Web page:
The following is an excerpt from "Lifestyle Makeover for Diabetics and Pre-Diabetics."
I cannot get over what I saw one day at the pharmacy. Cedrik, a young man in a wheelchair, was trying to reach for an item from the over-the-counter section in front of the pharmacy where I was working one day. I rushed out to help him and offered my services. To my surprise, I saw a man who could not have been more than 47 or 48, with both legs amputated slightly above the knee. He was in front of the diet aid section trying to select a product to help him lose weight, since he was obese. So I started inquiring further in order to have a better understanding of what his needs were.
When I asked him whether the amputations were due to an accident or disease, he replied with a regretful tone that it was due to complications of diabetes — somehow I was expecting that answer. Then he went on to tell me that the reason he is in this mess is because he was not compliant with taking his medications regularly, he did not monitor his sugar levels daily. He only had his sugar levels monitored at the doctor’s office with every visit once every four to five months. He also made poor food choices, as he ate sweets and cookies as if there were no tomorrow. He also led a largely sedentary life (couch potato). He watched TV five to six hours a day, and at work, he sat behind a computer all day long.
Most of all, he felt that he was not properly informed about his condition and did not know that he actually could have prevented these debilitating diabetic complications. He got bits and pieces from various sources, and when he was due for a doctor’s visit, his doctor would examine him then write some prescriptions and would tell him that he would need to “lose weight” and “exercise” without going into details on how to do that.
Doctors are very busy, overworked, and do not have the luxury to spend 30 to 45 minutes with every patient and explain what foods to eat or what type of exercise to do. Doctors usually refer patients to dietitians to take care of that part. Likewise at the pharmacy, the prescription volume keeps on increasing and the technician support allocated to help the pharmacists is usually not enough. Consequently, the pharmacists have less and less time to counsel patients.
Cedrik proceeded to tell me that had he taken his condition seriously, he would be walking today and would not have lost his legs and be confined to a wheelchair. He, his wife, and their two beautiful daughters had to pull together, having to make major adjustments; they have gone through very tough times, coming to terms with this new reality. He told me if it were not for the support and love of his family, he would have given up a long time ago. I could not help but empathize and feel his deep regret.
After this introduction to him, I began counseling him about the medications he was taking and about the importance of monitoring his blood sugar and blood pressure daily. I urged him to report to his doctor any consistent fasting sugar levels above 110 and blood pressure levels above 130/80. I also pointed out that his doctor should have many medication choices to bring any and all uncontrolled readings down to the norm. I also indicated that his doctor would need to monitor his cholesterol and A1C levels periodically, every three months.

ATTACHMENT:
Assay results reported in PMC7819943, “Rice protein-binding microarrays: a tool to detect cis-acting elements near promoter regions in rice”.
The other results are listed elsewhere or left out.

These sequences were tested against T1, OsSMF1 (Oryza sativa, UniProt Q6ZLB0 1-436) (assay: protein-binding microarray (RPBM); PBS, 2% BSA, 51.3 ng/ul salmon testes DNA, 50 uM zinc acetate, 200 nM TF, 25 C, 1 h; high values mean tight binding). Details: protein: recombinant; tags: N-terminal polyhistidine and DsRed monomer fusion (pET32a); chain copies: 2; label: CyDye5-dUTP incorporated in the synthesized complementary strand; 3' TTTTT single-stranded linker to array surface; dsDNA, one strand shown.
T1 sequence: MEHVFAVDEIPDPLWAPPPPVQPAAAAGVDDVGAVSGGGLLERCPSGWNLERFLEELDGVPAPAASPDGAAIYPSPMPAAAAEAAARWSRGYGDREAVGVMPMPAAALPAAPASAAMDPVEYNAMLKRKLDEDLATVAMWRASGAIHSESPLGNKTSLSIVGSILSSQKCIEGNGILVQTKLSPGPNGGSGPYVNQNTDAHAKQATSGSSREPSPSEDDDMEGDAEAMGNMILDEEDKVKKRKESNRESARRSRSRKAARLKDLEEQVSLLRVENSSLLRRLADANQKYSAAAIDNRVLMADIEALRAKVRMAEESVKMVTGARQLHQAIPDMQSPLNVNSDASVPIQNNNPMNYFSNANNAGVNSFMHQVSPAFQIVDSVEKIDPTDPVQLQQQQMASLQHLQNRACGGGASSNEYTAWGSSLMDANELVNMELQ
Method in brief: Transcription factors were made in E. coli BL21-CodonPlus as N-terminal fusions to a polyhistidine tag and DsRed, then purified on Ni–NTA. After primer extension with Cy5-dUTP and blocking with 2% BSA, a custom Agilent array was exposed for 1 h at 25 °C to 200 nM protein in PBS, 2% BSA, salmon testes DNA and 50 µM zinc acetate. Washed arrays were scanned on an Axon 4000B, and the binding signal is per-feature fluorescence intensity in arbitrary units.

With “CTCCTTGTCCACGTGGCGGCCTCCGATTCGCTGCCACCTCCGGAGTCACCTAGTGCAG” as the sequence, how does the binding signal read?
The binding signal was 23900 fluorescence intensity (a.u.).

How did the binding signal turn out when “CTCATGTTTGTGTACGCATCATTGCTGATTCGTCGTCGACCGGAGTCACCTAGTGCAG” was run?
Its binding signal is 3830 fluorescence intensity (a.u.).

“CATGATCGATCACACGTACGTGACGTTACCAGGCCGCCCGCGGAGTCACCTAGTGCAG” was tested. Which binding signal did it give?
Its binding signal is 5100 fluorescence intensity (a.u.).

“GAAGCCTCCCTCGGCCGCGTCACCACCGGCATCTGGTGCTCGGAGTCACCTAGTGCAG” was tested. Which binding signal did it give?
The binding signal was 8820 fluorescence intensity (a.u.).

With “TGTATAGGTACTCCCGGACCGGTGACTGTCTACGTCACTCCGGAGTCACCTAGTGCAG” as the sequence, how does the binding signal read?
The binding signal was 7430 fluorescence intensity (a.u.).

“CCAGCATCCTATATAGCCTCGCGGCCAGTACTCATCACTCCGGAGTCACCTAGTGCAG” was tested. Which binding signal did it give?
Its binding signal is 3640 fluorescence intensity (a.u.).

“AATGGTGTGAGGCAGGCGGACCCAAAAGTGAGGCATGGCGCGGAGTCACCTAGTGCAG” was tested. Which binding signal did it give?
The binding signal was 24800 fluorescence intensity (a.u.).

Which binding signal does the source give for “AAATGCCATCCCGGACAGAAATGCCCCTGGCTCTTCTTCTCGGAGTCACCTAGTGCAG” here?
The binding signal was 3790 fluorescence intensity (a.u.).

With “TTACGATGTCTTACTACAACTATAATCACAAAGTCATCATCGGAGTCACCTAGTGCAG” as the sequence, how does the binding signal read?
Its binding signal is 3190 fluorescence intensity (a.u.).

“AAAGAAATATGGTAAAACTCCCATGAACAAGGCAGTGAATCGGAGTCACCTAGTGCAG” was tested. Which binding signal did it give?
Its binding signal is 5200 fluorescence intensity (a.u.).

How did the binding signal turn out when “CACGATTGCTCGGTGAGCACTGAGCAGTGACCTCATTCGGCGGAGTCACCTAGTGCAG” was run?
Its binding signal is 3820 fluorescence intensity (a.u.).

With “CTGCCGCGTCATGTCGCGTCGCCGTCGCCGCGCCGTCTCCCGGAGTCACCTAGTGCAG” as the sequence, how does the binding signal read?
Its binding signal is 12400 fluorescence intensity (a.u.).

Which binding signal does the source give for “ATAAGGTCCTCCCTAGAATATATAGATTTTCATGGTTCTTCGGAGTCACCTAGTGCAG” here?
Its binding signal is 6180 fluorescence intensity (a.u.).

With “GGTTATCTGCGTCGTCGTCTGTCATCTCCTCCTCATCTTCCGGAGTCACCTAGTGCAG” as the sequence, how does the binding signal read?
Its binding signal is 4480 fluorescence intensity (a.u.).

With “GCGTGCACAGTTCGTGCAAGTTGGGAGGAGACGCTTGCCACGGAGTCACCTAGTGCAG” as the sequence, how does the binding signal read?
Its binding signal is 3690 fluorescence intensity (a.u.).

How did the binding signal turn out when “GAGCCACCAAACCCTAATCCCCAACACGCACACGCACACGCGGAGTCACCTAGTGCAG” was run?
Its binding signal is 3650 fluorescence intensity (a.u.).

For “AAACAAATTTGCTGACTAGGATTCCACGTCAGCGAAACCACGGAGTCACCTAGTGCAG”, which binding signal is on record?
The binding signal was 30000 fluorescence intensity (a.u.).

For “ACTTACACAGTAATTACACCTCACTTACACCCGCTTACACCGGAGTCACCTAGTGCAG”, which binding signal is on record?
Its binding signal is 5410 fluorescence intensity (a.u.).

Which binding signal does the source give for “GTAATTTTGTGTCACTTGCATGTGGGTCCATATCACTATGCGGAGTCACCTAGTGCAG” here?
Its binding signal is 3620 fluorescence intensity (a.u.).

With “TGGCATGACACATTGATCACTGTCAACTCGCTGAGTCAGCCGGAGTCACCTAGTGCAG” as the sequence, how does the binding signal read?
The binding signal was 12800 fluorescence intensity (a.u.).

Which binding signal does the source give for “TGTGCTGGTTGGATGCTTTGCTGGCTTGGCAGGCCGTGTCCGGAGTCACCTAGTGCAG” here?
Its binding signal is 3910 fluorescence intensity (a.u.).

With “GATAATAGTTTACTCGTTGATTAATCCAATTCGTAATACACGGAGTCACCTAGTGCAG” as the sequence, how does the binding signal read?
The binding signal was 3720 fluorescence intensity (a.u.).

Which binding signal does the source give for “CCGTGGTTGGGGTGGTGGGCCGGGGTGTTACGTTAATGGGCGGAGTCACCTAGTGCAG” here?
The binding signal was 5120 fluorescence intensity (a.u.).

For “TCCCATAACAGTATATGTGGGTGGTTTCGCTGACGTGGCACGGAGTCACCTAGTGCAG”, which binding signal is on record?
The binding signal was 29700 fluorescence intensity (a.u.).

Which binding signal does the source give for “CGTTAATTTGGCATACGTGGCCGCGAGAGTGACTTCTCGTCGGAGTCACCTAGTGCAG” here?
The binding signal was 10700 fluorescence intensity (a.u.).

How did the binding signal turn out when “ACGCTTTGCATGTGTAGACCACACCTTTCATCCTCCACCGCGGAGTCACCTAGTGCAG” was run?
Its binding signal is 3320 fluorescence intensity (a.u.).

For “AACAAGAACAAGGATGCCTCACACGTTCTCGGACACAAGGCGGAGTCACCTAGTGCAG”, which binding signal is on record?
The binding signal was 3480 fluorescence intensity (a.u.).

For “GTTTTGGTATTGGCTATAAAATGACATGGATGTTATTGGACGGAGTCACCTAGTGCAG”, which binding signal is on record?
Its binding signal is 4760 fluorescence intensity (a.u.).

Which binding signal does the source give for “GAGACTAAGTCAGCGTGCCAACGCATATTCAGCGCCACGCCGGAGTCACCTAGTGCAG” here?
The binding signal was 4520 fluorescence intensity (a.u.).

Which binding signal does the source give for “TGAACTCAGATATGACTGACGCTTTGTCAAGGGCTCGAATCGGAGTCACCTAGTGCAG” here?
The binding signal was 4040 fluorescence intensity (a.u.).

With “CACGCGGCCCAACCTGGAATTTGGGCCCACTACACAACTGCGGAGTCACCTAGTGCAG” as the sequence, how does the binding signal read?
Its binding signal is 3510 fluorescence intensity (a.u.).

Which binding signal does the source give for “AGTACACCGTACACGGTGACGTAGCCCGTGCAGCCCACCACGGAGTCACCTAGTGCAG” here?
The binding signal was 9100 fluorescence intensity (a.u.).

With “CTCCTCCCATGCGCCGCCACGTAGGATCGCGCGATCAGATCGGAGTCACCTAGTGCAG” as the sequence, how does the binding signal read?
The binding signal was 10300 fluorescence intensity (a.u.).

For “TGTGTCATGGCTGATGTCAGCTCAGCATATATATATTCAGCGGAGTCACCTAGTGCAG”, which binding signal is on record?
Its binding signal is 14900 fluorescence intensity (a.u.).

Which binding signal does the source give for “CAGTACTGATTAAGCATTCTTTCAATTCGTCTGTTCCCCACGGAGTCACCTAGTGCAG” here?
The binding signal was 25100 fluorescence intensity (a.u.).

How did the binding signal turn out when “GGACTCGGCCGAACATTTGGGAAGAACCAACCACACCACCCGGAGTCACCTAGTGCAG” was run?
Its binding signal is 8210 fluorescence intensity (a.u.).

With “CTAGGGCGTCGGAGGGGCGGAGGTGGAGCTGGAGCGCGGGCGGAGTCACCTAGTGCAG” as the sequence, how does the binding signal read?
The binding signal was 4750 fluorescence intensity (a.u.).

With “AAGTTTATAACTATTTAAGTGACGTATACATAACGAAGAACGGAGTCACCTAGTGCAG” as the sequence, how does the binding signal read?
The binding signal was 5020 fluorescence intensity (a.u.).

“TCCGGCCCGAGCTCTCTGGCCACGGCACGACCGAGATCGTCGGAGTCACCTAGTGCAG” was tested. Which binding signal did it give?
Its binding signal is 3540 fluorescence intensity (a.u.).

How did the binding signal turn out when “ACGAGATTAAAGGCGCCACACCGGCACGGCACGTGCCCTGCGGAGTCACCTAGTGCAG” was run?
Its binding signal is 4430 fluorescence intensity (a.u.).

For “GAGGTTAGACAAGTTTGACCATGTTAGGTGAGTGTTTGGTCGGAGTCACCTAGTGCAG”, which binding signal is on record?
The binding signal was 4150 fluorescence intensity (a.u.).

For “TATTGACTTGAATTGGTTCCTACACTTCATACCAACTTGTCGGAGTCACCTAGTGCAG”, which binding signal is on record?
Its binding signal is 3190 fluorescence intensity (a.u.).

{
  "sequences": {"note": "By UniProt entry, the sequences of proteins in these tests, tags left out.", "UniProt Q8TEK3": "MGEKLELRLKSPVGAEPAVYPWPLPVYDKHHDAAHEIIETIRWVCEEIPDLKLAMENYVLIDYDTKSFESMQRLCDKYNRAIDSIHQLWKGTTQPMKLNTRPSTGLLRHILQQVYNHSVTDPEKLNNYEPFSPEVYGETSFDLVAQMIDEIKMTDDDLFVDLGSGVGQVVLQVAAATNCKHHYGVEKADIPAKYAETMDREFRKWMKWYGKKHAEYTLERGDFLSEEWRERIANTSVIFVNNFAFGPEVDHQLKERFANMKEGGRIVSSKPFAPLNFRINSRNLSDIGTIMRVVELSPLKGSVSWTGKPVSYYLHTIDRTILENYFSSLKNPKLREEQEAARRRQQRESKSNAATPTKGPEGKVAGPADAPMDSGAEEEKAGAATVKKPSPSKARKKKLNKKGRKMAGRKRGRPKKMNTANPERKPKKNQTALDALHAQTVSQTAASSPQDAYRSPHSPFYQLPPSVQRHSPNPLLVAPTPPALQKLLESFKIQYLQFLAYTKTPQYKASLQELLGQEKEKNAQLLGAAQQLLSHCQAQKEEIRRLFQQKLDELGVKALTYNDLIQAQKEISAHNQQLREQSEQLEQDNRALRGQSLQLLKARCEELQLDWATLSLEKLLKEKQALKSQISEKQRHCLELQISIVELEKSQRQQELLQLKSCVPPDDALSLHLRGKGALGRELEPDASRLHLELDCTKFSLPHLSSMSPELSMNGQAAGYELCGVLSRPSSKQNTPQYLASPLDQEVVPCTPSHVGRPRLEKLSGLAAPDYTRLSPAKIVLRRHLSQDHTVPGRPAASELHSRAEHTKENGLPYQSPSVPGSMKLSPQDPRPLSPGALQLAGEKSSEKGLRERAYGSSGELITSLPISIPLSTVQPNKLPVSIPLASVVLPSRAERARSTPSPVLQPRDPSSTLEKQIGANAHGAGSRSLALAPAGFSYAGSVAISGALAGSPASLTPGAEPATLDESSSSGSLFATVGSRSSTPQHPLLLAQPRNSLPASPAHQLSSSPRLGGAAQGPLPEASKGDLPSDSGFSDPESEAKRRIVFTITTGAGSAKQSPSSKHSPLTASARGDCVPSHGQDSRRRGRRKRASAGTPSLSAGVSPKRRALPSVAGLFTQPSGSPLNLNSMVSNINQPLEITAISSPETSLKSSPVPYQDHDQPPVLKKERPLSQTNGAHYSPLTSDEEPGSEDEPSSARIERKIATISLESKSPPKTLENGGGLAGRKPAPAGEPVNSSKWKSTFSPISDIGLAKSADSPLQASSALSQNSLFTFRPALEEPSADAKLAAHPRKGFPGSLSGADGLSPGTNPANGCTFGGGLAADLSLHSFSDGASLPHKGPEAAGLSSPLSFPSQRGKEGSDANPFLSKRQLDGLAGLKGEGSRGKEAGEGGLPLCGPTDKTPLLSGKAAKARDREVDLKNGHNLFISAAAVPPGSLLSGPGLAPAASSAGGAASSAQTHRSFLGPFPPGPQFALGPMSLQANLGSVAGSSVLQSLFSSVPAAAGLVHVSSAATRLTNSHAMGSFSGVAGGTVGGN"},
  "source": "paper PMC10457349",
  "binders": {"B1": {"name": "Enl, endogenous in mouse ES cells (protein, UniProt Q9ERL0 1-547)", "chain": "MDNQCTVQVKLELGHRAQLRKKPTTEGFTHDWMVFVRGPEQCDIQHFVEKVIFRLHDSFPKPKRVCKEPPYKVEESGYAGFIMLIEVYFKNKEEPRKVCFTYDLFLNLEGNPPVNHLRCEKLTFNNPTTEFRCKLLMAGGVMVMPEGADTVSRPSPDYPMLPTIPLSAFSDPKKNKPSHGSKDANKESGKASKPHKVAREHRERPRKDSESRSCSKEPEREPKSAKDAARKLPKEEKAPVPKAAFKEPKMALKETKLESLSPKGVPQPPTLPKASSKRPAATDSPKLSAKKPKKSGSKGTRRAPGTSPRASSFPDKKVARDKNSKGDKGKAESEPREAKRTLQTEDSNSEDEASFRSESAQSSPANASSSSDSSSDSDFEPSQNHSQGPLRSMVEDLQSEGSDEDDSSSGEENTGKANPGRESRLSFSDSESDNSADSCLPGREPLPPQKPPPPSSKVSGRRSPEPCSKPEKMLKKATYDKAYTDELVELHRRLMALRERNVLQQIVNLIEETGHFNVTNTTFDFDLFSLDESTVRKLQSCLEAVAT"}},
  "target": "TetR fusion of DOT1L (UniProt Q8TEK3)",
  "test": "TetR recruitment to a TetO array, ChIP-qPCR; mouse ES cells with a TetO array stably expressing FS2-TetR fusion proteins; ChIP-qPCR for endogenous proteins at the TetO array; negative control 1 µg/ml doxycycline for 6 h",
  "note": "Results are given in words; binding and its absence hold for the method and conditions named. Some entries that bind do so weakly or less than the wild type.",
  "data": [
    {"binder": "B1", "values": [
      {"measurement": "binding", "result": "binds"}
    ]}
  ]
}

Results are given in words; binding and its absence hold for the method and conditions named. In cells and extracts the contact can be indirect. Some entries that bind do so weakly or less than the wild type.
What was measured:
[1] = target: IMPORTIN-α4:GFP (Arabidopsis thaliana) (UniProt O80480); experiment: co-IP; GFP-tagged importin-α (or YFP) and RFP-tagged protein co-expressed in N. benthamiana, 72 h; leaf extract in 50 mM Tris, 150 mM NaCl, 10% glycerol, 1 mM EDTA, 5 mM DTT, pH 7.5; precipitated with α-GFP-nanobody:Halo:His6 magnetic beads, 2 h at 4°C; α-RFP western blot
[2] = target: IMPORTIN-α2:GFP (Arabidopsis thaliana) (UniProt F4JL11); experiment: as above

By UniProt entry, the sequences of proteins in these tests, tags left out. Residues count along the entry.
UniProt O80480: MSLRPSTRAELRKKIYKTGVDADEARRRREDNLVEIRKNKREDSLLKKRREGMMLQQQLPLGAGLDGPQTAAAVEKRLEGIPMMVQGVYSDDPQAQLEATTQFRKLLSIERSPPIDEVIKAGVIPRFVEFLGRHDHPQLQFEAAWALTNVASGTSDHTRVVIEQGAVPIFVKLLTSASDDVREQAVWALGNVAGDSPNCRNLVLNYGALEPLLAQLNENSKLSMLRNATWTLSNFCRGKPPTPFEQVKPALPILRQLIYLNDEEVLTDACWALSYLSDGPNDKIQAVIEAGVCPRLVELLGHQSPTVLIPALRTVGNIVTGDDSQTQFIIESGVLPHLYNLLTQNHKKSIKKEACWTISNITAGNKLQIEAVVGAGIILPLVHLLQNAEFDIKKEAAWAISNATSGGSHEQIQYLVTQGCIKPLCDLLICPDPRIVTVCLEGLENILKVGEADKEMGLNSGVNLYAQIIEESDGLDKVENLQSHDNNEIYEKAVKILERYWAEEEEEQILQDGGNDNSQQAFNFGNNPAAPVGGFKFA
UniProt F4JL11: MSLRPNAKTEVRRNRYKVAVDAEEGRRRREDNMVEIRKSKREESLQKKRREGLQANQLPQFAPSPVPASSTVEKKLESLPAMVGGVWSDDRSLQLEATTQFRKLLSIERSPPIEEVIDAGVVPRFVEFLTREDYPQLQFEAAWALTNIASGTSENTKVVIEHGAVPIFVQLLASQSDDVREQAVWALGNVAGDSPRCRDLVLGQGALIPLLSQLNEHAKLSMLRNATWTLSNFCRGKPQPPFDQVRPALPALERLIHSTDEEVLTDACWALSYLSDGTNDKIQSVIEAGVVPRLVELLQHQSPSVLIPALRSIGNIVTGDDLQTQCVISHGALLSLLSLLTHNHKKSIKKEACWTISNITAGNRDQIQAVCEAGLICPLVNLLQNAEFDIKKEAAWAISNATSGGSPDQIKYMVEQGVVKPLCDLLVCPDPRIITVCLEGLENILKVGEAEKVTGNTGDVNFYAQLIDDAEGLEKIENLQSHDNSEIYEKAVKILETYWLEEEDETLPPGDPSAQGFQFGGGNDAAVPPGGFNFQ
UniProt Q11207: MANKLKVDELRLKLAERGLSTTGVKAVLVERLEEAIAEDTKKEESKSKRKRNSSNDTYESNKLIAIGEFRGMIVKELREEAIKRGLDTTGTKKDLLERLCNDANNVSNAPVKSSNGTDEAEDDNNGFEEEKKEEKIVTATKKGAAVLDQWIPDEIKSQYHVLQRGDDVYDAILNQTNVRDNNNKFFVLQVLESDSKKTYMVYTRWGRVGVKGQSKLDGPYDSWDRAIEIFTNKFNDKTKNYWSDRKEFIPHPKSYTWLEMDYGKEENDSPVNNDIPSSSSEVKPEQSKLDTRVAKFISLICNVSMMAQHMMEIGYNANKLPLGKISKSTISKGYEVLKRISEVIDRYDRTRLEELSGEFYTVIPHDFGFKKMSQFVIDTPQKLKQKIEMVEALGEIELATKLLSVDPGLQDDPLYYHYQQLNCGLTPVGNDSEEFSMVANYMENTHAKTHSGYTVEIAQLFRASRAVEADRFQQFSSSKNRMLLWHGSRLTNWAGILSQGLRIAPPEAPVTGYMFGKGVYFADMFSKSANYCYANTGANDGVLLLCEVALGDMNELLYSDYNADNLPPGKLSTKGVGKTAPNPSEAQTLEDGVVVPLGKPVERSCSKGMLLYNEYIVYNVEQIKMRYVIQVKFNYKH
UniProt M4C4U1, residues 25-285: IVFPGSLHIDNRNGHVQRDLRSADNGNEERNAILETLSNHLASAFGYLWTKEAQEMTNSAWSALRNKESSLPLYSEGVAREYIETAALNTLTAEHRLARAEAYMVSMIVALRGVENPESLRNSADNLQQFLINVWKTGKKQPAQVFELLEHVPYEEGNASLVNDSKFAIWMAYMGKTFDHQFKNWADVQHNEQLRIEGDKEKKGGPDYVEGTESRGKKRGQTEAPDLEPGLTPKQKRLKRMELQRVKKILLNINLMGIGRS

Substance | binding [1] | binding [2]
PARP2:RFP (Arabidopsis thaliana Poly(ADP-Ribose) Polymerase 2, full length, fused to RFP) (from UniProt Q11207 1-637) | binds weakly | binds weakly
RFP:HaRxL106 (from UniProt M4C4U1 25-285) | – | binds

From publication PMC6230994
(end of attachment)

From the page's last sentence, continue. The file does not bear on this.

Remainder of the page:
We also discussed weight loss issues that did not involve using any diet pills, but did involve making favorable lifestyle changes. I gave him tips on making food choices, focusing on foods high in fiber and low in sugar, and I urged him to have three balanced meals a day and two fruit snacks per day in between meals; I also advised him on portion control to help his sugar levels stabilize.
Since he suffered from a handicap that debilitated his legs, I customized my advice regarding activity accordingly. Since he was bound by a wheelchair, he needed to depend on arm movements to generate health and heart benefits and to prevent further disease complications. I suggested he push himself on the wheelchair in open space for 10-15 minute bouts, a couple of times a day. Also, I indicated to him that if he had access to a gym, he could use some of the machines there that are designed for upper body movement, such as hand cycling and some rowing exercises which involve most of the upper body muscles and can be operated by hand movements. He could access these machines straight from his wheelchair. We also discussed using some multilevel resistance rubber tubing, cheaply available at Wal-Mart, to work his upper body muscles two to three times a week.
Finally, I truly tried to assuage some of his discomfort by genuinely caring for him and by reassuring him that he was able to prevent further complications and damage if he took action immediately and kept all his disease parameters under control. He then shook hands with me and thanked me for the great advice I had given him, and he wished that other diabetics would learn from his lesson and become more actively involved in their health, in order to turn away all preventable complications.
Unfortunately, Cedrik’s story is mirrored by millions of diabetics every day. My main concern during pharmacy practice is to help people who suffer from chronic conditions to take more favorable actions, keep up with the various parameters that would keep their illness at bay, report to their doctor anything that is out of control, and remind them to take their medications as prescribed and to continue making better lifestyle choices, and most importantly, to prevent themselves from ending up like Cedrik.
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